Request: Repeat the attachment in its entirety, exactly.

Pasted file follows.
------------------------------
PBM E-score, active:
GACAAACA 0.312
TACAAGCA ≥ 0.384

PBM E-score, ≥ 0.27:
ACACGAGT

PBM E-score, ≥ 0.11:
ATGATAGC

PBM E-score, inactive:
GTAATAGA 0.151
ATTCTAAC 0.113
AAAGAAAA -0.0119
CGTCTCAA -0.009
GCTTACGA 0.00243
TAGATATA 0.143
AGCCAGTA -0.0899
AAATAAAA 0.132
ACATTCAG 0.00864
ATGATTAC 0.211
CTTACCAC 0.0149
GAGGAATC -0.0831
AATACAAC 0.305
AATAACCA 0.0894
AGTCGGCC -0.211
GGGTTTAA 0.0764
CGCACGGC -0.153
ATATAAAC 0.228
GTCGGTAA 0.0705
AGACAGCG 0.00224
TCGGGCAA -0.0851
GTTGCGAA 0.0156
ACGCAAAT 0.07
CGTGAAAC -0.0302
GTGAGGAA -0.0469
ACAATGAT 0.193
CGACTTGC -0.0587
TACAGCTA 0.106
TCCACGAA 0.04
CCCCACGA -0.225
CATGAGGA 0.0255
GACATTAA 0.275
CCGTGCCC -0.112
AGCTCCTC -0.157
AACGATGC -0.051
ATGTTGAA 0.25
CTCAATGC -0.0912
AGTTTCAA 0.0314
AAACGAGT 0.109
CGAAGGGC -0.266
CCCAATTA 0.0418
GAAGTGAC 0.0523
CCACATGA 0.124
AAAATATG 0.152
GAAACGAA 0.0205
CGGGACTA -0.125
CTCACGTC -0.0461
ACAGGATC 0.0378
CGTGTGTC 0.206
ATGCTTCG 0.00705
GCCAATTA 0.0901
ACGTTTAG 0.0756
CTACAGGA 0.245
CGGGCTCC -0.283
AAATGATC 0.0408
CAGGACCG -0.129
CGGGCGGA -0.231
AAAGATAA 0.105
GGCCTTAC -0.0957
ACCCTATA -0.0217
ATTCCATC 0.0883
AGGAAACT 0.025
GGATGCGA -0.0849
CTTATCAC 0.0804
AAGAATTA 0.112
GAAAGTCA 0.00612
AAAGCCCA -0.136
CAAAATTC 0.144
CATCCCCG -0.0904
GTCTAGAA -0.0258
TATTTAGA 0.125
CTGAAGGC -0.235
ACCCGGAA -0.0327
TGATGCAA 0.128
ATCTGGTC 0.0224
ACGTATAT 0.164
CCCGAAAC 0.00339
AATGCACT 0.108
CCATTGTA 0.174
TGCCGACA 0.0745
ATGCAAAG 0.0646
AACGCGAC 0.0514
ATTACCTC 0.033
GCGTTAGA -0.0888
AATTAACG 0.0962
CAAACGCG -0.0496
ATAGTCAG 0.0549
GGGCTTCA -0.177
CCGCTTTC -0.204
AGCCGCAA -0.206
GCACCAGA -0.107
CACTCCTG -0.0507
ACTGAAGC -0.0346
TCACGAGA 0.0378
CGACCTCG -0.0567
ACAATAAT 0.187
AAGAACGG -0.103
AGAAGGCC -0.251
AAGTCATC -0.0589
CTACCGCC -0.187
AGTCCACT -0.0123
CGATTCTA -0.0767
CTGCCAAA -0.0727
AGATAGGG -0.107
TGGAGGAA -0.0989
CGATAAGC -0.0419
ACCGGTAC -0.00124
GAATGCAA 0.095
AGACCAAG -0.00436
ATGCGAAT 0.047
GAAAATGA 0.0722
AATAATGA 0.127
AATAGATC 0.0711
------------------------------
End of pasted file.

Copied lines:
PBM E-score, active:
GACAAACA 0.312
TACAAGCA ≥ 0.384

PBM E-score, ≥ 0.27:
ACACGAGT

PBM E-score, ≥ 0.11:
ATGATAGC

PBM E-score, inactive:
GTAATAGA 0.151
ATTCTAAC 0.113
AAAGAAAA -0.0119
CGTCTCAA -0.009
GCTTACGA 0.00243
TAGATATA 0.143
AGCCAGTA -0.0899
AAATAAAA 0.132
ACATTCAG 0.00864
ATGATTAC 0.211
CTTACCAC 0.0149
GAGGAATC -0.0831
AATACAAC 0.305
AATAACCA 0.0894
AGTCGGCC -0.211
GGGTTTAA 0.0764
CGCACGGC -0.153
ATATAAAC 0.228
GTCGGTAA 0.0705
AGACAGCG 0.00224
TCGGGCAA -0.0851
GTTGCGAA 0.0156
ACGCAAAT 0.07
CGTGAAAC -0.0302
GTGAGGAA -0.0469
ACAATGAT 0.193
CGACTTGC -0.0587
TACAGCTA 0.106
TCCACGAA 0.04
CCCCACGA -0.225
CATGAGGA 0.0255
GACATTAA 0.275
CCGTGCCC -0.112
AGCTCCTC -0.157
AACGATGC -0.051
ATGTTGAA 0.25
CTCAATGC -0.0912
AGTTTCAA 0.0314
AAACGAGT 0.109
CGAAGGGC -0.266
CCCAATTA 0.0418
GAAGTGAC 0.0523
CCACATGA 0.124
AAAATATG 0.152
GAAACGAA 0.0205
CGGGACTA -0.125
CTCACGTC -0.0461
ACAGGATC 0.0378
CGTGTGTC 0.206
ATGCTTCG 0.00705
GCCAATTA 0.0901
ACGTTTAG 0.0756
CTACAGGA 0.245
CGGGCTCC -0.283
AAATGATC 0.0408
CAGGACCG -0.129
CGGGCGGA -0.231
AAAGATAA 0.105
GGCCTTAC -0.0957
ACCCTATA -0.0217
ATTCCATC 0.0883
AGGAAACT 0.025
GGATGCGA -0.0849
CTTATCAC 0.0804
AAGAATTA 0.112
GAAAGTCA 0.00612
AAAGCCCA -0.136
CAAAATTC 0.144
CATCCCCG -0.0904
GTCTAGAA -0.0258
TATTTAGA 0.125
CTGAAGGC -0.235
ACCCGGAA -0.0327
TGATGCAA 0.128
ATCTGGTC 0.0224
ACGTATAT 0.164
CCCGAAAC 0.00339
AATGCACT 0.108
CCATTGTA 0.174
TGCCGACA 0.0745
ATGCAAAG 0.0646
AACGCGAC 0.0514
ATTACCTC 0.033
GCGTTAGA -0.0888
AATTAACG 0.0962
CAAACGCG -0.0496
ATAGTCAG 0.0549
GGGCTTCA -0.177
CCGCTTTC -0.204
AGCCGCAA -0.206
GCACCAGA -0.107
CACTCCTG -0.0507
ACTGAAGC -0.0346
TCACGAGA 0.0378
CGACCTCG -0.0567
ACAATAAT 0.187
AAGAACGG -0.103
AGAAGGCC -0.251
AAGTCATC -0.0589
CTACCGCC -0.187
AGTCCACT -0.0123
CGATTCTA -0.0767
CTGCCAAA -0.0727
AGATAGGG -0.107
TGGAGGAA -0.0989
CGATAAGC -0.0419
ACCGGTAC -0.00124
GAATGCAA 0.095
AGACCAAG -0.00436
ATGCGAAT 0.047
GAAAATGA 0.0722
AATAATGA 0.127
AATAGATC 0.0711